Sabah: Eyeing downstream potential

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Efforts to harness Sabah’s abundance of natural resources for downstream industries look to be paying off, with figures showing that investment in the state’s manufacturing sector is rising.

Sabah’s wide-ranging strategy to galvanise value-added production from its resources, which include timber, oil and gas, forms part of the state’s long-term bid to boost the contribution manufacturing makes to growth. However, industry players say more incentives and improved infrastructure are needed to give local firms a better chance of competing both nationally and internationally in downstream processing.

The state plans to roll out a number of initiatives for downstream processing activities, including the high-profile Palm Oil Industrial Cluster (POIC), which is earmarked for the east coast. The cluster will be instrumental in driving forward value-added production in Sabah, which is Malaysia’s largest producer of crude palm oil.

Other manufacturing activities, such as the automotive, rubber and furniture clusters at Kota Kinabalu Industrial Park, are set to support the state’s efforts to channel its resources from agriculture, forestry and hydrocarbons into manufacturing.

With an estimated 12.1trn cubic feet in natural gas reserves, Sabah is also keen to begin mobilising downstream activities in its oil and gas sector. In February, state energy giant Petronas announced plans to invest RM45bn ($14.7bn) in upstream and downstream activities from Sabah’s petroleum sector. Key projects include the RM3.8bn ($1.24bn) Sabah Oil and Gas Terminal and the Sabah-Sarawak Gas Pipeline.

Data issued by the Malaysian Investment Development Authority (MIDA) shows Sabah attracted RM4.8bn ($1.57bn) of investment for manufacturing ventures in the first seven months of 2012, coming second in the country only to Selangor. The figure marks a huge rise in manufacturing investment, which reached a full-year-total of just RM921.4m ($301.6m) in 2011, according to the National Statistics Department.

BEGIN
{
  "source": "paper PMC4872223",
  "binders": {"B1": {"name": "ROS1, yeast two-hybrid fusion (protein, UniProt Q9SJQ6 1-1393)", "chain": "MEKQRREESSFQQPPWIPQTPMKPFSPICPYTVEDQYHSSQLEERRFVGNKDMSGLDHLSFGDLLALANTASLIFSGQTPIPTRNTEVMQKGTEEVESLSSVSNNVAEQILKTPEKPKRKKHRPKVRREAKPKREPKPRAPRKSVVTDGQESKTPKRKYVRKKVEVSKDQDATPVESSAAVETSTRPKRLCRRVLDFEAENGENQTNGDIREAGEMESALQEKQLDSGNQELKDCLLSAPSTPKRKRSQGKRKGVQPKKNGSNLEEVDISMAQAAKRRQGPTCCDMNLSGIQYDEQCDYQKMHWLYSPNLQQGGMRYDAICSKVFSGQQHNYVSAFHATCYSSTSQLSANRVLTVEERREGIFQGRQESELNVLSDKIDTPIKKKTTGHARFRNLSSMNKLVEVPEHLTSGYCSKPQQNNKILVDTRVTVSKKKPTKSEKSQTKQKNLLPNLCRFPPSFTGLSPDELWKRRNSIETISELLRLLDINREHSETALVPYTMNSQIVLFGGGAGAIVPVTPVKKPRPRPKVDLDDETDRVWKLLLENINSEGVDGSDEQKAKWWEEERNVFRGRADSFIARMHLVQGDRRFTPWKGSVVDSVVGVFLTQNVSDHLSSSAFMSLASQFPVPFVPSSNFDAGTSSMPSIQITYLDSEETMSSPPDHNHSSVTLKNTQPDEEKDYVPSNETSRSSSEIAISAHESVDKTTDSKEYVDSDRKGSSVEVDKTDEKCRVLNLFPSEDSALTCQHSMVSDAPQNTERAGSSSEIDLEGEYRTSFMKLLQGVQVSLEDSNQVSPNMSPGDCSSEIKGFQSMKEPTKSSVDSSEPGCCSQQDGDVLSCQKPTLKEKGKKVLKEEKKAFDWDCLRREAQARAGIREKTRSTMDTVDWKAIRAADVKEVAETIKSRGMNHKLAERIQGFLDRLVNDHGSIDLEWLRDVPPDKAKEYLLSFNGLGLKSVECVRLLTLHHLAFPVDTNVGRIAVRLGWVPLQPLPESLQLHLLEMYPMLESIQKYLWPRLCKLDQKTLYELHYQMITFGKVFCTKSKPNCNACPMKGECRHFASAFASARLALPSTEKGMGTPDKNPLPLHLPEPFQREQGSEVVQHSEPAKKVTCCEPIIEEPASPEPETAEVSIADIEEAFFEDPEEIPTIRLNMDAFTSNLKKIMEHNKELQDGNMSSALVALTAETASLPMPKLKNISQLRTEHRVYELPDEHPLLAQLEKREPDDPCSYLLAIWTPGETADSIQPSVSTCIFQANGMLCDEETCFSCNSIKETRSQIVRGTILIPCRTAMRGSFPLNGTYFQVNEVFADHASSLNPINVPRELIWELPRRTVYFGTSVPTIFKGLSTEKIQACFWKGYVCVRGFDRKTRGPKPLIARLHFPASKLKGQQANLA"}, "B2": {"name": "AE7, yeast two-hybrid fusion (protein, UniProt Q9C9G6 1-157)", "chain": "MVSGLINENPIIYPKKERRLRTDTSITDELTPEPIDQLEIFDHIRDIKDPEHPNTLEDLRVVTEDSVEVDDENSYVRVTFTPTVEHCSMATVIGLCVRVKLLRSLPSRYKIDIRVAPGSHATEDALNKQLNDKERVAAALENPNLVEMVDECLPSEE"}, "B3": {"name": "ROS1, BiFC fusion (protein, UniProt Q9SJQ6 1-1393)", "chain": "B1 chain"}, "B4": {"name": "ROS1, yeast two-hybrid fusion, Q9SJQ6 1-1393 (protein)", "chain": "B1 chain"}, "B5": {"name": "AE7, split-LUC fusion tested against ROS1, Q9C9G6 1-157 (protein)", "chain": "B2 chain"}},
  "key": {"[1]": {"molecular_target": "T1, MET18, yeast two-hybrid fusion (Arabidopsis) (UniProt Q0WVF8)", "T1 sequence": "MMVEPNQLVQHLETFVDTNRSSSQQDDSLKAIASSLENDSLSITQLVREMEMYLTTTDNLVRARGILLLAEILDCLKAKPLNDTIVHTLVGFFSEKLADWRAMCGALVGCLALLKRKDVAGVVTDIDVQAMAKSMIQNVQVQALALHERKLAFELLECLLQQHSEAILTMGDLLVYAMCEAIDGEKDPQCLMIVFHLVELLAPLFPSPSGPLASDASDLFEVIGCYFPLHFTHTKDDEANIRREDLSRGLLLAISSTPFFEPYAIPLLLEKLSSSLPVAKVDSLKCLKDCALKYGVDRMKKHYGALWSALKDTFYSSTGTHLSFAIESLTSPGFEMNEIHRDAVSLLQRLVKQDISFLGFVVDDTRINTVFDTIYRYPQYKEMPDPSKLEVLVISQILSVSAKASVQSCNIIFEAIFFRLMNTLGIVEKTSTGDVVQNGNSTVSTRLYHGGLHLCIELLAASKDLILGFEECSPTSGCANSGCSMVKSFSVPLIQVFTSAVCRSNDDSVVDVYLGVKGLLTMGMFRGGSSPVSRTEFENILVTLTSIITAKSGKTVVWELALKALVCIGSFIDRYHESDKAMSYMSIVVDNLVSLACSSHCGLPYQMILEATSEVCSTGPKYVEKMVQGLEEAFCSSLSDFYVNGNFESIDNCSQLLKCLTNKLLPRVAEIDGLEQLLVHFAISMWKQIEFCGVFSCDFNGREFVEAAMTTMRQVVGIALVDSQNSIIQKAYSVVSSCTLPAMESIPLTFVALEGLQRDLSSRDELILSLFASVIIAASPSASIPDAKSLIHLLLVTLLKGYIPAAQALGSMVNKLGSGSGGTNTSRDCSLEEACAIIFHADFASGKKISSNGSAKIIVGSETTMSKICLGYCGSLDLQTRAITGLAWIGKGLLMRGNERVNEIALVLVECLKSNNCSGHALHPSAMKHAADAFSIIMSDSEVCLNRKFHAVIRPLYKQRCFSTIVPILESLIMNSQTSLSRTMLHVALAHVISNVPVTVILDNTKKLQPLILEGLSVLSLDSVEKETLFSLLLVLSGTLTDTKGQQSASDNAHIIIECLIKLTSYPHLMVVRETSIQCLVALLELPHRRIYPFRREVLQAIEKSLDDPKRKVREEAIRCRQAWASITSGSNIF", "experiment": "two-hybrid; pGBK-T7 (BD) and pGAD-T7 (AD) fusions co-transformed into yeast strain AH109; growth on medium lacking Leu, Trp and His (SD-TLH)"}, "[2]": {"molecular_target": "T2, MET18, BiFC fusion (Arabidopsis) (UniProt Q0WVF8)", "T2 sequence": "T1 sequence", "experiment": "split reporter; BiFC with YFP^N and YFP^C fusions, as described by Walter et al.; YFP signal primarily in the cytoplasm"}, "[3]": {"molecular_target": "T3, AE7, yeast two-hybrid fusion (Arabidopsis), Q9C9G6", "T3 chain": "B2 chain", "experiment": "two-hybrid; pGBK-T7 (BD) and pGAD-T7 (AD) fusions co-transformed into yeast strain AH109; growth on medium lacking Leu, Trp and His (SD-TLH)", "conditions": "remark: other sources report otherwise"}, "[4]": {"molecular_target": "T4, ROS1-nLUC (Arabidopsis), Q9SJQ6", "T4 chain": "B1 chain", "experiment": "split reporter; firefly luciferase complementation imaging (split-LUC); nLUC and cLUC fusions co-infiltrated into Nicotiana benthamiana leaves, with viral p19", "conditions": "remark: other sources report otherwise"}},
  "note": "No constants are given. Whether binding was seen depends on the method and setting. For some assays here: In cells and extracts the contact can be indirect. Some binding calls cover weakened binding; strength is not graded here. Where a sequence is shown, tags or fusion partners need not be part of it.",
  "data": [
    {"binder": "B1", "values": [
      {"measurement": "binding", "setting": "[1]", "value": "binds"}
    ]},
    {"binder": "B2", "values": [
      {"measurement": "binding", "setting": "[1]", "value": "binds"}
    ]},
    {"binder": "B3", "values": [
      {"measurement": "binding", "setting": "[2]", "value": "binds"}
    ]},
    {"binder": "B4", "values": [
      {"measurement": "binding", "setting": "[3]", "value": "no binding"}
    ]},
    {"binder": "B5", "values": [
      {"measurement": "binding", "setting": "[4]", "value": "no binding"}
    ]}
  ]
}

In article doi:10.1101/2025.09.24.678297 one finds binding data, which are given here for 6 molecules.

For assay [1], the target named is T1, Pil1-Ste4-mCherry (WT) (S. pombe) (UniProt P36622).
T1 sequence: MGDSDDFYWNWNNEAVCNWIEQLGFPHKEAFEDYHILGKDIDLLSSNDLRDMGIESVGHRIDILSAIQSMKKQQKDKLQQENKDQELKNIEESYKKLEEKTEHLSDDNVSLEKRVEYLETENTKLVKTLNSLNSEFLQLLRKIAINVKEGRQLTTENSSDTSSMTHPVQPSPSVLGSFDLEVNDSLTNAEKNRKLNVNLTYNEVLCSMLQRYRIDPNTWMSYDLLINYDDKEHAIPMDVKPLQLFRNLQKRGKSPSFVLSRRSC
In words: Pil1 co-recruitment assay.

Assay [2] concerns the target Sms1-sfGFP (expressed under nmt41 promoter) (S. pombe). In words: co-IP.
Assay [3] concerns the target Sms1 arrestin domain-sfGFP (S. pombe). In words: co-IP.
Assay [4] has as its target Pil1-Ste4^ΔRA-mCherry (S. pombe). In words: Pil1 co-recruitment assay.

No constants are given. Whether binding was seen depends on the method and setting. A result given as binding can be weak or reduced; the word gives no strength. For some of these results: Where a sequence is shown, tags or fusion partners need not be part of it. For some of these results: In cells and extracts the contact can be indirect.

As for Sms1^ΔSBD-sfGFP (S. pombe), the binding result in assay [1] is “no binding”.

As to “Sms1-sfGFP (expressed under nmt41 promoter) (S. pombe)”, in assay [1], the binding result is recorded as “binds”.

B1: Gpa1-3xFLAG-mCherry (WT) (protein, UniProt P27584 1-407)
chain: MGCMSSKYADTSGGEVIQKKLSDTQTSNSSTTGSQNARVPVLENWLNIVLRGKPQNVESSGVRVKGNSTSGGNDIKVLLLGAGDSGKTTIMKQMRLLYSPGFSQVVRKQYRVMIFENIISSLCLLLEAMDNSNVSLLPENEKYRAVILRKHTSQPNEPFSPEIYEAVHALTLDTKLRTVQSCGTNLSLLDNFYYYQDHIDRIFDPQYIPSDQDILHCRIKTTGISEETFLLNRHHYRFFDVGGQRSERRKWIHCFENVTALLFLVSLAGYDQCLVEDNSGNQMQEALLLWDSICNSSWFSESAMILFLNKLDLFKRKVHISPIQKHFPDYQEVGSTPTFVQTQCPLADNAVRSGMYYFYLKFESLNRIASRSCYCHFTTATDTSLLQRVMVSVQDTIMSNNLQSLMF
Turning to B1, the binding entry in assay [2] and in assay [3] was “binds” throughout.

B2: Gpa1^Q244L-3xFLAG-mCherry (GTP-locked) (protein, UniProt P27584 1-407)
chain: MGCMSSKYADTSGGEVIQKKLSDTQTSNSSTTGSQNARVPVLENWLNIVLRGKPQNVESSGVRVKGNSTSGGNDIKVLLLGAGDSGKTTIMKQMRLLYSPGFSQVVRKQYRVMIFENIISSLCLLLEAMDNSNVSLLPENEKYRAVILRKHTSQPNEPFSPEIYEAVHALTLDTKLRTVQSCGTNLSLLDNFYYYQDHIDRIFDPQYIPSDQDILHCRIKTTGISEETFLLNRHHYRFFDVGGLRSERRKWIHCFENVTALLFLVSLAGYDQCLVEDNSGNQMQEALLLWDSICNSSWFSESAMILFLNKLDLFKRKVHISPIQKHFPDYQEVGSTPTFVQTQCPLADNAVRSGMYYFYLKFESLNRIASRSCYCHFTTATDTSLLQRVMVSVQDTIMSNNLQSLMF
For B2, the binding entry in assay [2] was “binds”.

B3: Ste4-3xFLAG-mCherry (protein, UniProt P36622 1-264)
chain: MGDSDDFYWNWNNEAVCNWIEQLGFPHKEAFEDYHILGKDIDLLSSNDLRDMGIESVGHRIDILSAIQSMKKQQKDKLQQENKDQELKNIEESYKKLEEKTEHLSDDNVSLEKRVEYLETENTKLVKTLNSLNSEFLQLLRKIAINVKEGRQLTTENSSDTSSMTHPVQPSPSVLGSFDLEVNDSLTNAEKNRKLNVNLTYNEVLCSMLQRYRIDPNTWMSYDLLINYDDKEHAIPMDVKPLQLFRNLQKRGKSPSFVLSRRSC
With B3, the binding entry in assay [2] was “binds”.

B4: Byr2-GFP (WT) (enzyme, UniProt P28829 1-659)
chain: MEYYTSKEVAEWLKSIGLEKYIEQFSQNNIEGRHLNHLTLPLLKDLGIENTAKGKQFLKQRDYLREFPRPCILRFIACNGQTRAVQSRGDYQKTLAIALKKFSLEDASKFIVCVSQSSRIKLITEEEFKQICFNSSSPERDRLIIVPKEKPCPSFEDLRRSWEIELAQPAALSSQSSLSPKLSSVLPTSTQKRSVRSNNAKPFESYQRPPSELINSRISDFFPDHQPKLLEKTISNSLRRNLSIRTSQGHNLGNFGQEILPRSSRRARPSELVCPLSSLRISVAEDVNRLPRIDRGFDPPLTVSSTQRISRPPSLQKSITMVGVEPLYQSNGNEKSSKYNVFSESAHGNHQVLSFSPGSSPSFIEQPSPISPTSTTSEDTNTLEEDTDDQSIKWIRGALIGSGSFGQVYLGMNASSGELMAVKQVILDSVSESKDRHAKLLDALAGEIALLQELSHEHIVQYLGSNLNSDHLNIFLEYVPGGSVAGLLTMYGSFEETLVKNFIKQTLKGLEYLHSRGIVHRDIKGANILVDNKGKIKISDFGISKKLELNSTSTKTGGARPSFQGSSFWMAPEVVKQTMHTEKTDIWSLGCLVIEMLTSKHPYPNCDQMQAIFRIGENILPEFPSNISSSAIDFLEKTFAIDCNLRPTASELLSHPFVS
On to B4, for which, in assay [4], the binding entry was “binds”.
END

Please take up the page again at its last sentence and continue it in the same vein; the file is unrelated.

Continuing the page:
Sabah’s value-added exports are also on the rise, totalling RM4.6bn ($1.5bn) in 2011, which marked a year-on-year rise of 2.7%. However, while manufacturing sector exports are increasing, the state’s higher logistics costs continue to irk industry players.

In an attempt to address business leaders’ concerns, the government announced a raft of subsidies and measures on September 29 as part of the 2013 national budget, aimed at reducing the cost of transporting essential items and lowering the price of goods.

While the initiatives have been broadly welcomed, representatives from the manufacturing sector say that a failure to address key issues, such as the pitfalls of a three-decade old cabotage policy and the state’s inefficient transportation network, mean pricing inequalities look likely to remain. Under the cabotage rule, only Malaysian-owned shipping companies are permitted to carry out domestic trade between any two of the country’s ports.

The president of the Federation of Sabah Manufacturers, Wong Khen Thau, told local media that the organisation had expected more direct assistance, such as grants and subsidies, to help reduce the cost of doing businesses, especially with the introduction of the minimum wage. “A long-term solution is needed for sustainable economic development, such as improving infrastructure such as roads,” he said.

Speaking in September, Wong also suggested a 15-year tax exemption for Sabah’s industries similar to the 30-year tax break awarded to shipping companies. He added that such measures were worthy of consideration in light of plans for Malaysia to become a high-income economy by the end of the decade.

Sabah aims to boost the manufacturing sector’s contribution to GDP to 20% and double output by 2020, under development plans for its economic corridor project. The first phase of the strategy includes a bid to focus on “catalysing growth through fixing basic infrastructural gaps, investing in human capital and creating pragmatic incentives regime that encourages higher order value-added activities”.

As part of the second phase, companies undertaking research and development and design and technology transfer activities will be offered key incentives. This is expected to be followed by a move to establish connections with affluent markets in North Asia.

Speaking ahead of the budget, the chief of the Wanita Sabah Progressive Party (SAPP), Melanie Chia, highlighted the benefits of driving growth in downstream processing. “With the abundance of natural resources in Sabah, downstream activities should be encouraged which will not only add value to the economy but also provide and increase job opportunities for the local work force,” she told local media.

Sabah’s natural resources certainly provide plenty of potential for the state to develop value-added production and downstream processing ventures. However, industry representatives will be looking to the central government for greater support in their efforts to drive growth in emerging segments of manufacturing and boost its contribution to GDP.

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